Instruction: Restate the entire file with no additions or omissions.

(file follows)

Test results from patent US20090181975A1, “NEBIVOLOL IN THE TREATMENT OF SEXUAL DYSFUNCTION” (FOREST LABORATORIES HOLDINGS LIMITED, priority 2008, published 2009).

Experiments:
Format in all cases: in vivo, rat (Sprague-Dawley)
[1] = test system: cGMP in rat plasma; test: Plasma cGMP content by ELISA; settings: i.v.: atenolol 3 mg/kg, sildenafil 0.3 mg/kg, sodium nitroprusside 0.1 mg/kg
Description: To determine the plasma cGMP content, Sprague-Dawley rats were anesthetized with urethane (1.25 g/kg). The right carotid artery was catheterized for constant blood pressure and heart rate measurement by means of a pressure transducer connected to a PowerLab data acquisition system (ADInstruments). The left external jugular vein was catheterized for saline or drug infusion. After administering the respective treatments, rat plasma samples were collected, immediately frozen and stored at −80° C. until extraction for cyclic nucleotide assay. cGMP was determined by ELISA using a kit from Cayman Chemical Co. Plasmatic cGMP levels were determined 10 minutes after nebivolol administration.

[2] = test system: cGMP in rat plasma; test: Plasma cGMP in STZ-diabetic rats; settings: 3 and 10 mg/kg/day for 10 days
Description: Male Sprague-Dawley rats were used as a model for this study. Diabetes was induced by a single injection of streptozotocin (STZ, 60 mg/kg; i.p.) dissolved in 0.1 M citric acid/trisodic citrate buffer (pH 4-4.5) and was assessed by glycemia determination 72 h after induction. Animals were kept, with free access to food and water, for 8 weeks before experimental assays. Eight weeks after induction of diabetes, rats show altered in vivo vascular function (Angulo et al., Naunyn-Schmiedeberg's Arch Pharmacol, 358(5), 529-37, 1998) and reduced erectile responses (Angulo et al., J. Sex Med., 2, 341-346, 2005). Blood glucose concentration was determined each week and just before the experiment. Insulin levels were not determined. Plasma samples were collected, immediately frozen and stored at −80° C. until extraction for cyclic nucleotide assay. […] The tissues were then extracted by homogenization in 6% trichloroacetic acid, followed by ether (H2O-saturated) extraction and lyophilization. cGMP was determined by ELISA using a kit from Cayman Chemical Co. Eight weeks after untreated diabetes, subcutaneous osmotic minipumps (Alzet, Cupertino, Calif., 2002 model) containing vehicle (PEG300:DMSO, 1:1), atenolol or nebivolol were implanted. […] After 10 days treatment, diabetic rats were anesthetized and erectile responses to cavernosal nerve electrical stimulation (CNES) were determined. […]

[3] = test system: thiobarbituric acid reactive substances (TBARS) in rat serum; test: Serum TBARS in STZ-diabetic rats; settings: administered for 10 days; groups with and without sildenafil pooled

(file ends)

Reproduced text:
Test results from patent US20090181975A1, “NEBIVOLOL IN THE TREATMENT OF SEXUAL DYSFUNCTION” (FOREST LABORATORIES HOLDINGS LIMITED, priority 2008, published 2009).

Experiments:
Format in all cases: in vivo, rat (Sprague-Dawley)
[1] = test system: cGMP in rat plasma; test: Plasma cGMP content by ELISA; settings: i.v.: atenolol 3 mg/kg, sildenafil 0.3 mg/kg, sodium nitroprusside 0.1 mg/kg
Description: To determine the plasma cGMP content, Sprague-Dawley rats were anesthetized with urethane (1.25 g/kg). The right carotid artery was catheterized for constant blood pressure and heart rate measurement by means of a pressure transducer connected to a PowerLab data acquisition system (ADInstruments). The left external jugular vein was catheterized for saline or drug infusion. After administering the respective treatments, rat plasma samples were collected, immediately frozen and stored at −80° C. until extraction for cyclic nucleotide assay. cGMP was determined by ELISA using a kit from Cayman Chemical Co. Plasmatic cGMP levels were determined 10 minutes after nebivolol administration.

[2] = test system: cGMP in rat plasma; test: Plasma cGMP in STZ-diabetic rats; settings: 3 and 10 mg/kg/day for 10 days
Description: Male Sprague-Dawley rats were used as a model for this study. Diabetes was induced by a single injection of streptozotocin (STZ, 60 mg/kg; i.p.) dissolved in 0.1 M citric acid/trisodic citrate buffer (pH 4-4.5) and was assessed by glycemia determination 72 h after induction. Animals were kept, with free access to food and water, for 8 weeks before experimental assays. Eight weeks after induction of diabetes, rats show altered in vivo vascular function (Angulo et al., Naunyn-Schmiedeberg's Arch Pharmacol, 358(5), 529-37, 1998) and reduced erectile responses (Angulo et al., J. Sex Med., 2, 341-346, 2005). Blood glucose concentration was determined each week and just before the experiment. Insulin levels were not determined. Plasma samples were collected, immediately frozen and stored at −80° C. until extraction for cyclic nucleotide assay. […] The tissues were then extracted by homogenization in 6% trichloroacetic acid, followed by ether (H2O-saturated) extraction and lyophilization. cGMP was determined by ELISA using a kit from Cayman Chemical Co. Eight weeks after untreated diabetes, subcutaneous osmotic minipumps (Alzet, Cupertino, Calif., 2002 model) containing vehicle (PEG300:DMSO, 1:1), atenolol or nebivolol were implanted. […] After 10 days treatment, diabetic rats were anesthetized and erectile responses to cavernosal nerve electrical stimulation (CNES) were determined. […]

[3] = test system: thiobarbituric acid reactive substances (TBARS) in rat serum; test: Serum TBARS in STZ-diabetic rats; settings: administered for 10 days; groups with and without sildenafil pooled